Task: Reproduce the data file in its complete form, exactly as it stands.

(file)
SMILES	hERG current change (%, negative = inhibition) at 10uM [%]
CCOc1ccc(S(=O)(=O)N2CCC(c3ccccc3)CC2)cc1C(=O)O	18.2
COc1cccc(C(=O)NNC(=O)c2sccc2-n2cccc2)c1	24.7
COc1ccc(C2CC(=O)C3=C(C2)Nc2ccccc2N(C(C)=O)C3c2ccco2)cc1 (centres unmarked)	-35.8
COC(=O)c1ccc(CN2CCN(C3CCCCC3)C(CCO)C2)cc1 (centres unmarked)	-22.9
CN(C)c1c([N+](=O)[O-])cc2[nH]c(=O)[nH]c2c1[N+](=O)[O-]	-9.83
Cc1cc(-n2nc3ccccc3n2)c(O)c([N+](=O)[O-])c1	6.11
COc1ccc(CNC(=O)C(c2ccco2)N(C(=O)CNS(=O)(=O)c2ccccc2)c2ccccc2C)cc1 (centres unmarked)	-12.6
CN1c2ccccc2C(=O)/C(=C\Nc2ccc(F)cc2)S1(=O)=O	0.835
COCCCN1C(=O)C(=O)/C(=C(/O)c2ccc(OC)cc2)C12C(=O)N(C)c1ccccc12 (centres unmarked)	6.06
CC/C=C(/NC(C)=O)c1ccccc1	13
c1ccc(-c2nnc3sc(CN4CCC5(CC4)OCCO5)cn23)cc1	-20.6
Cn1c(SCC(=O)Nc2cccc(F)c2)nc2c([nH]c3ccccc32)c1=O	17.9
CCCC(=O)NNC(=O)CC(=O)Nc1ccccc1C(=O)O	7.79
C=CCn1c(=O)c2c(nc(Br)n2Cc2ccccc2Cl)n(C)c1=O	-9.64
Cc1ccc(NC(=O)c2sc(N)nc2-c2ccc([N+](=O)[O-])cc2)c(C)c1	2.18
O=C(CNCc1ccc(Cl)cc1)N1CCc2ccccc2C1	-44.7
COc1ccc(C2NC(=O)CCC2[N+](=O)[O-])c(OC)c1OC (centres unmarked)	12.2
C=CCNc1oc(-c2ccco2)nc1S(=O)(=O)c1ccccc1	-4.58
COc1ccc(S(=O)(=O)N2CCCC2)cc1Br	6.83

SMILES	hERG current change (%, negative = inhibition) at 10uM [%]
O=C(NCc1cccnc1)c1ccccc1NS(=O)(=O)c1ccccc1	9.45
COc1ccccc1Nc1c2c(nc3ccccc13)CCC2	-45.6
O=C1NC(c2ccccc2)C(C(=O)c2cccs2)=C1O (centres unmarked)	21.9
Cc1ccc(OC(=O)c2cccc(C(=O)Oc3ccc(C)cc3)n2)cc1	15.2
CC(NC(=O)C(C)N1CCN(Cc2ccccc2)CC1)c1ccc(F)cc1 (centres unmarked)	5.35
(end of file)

SMILES	hERG current change (%, negative = inhibition) at 10uM [%]
CCOc1ccc(S(=O)(=O)N2CCC(c3ccccc3)CC2)cc1C(=O)O	18.2
COc1cccc(C(=O)NNC(=O)c2sccc2-n2cccc2)c1	24.7
COc1ccc(C2CC(=O)C3=C(C2)Nc2ccccc2N(C(C)=O)C3c2ccco2)cc1 (centres unmarked)	-35.8
COC(=O)c1ccc(CN2CCN(C3CCCCC3)C(CCO)C2)cc1 (centres unmarked)	-22.9
CN(C)c1c([N+](=O)[O-])cc2[nH]c(=O)[nH]c2c1[N+](=O)[O-]	-9.83
Cc1cc(-n2nc3ccccc3n2)c(O)c([N+](=O)[O-])c1	6.11
COc1ccc(CNC(=O)C(c2ccco2)N(C(=O)CNS(=O)(=O)c2ccccc2)c2ccccc2C)cc1 (centres unmarked)	-12.6
CN1c2ccccc2C(=O)/C(=C\Nc2ccc(F)cc2)S1(=O)=O	0.835
COCCCN1C(=O)C(=O)/C(=C(/O)c2ccc(OC)cc2)C12C(=O)N(C)c1ccccc12 (centres unmarked)	6.06
CC/C=C(/NC(C)=O)c1ccccc1	13
c1ccc(-c2nnc3sc(CN4CCC5(CC4)OCCO5)cn23)cc1	-20.6
Cn1c(SCC(=O)Nc2cccc(F)c2)nc2c([nH]c3ccccc32)c1=O	17.9
CCCC(=O)NNC(=O)CC(=O)Nc1ccccc1C(=O)O	7.79
C=CCn1c(=O)c2c(nc(Br)n2Cc2ccccc2Cl)n(C)c1=O	-9.64
Cc1ccc(NC(=O)c2sc(N)nc2-c2ccc([N+](=O)[O-])cc2)c(C)c1	2.18
O=C(CNCc1ccc(Cl)cc1)N1CCc2ccccc2C1	-44.7
COc1ccc(C2NC(=O)CCC2[N+](=O)[O-])c(OC)c1OC (centres unmarked)	12.2
C=CCNc1oc(-c2ccco2)nc1S(=O)(=O)c1ccccc1	-4.58
COc1ccc(S(=O)(=O)N2CCCC2)cc1Br	6.83

SMILES	hERG current change (%, negative = inhibition) at 10uM [%]
O=C(NCc1cccnc1)c1ccccc1NS(=O)(=O)c1ccccc1	9.45
COc1ccccc1Nc1c2c(nc3ccccc13)CCC2	-45.6
O=C1NC(c2ccccc2)C(C(=O)c2cccs2)=C1O (centres unmarked)	21.9
Cc1ccc(OC(=O)c2cccc(C(=O)Oc3ccc(C)cc3)n2)cc1	15.2
CC(NC(=O)C(C)N1CCN(Cc2ccccc2)CC1)c1ccc(F)cc1 (centres unmarked)	5.35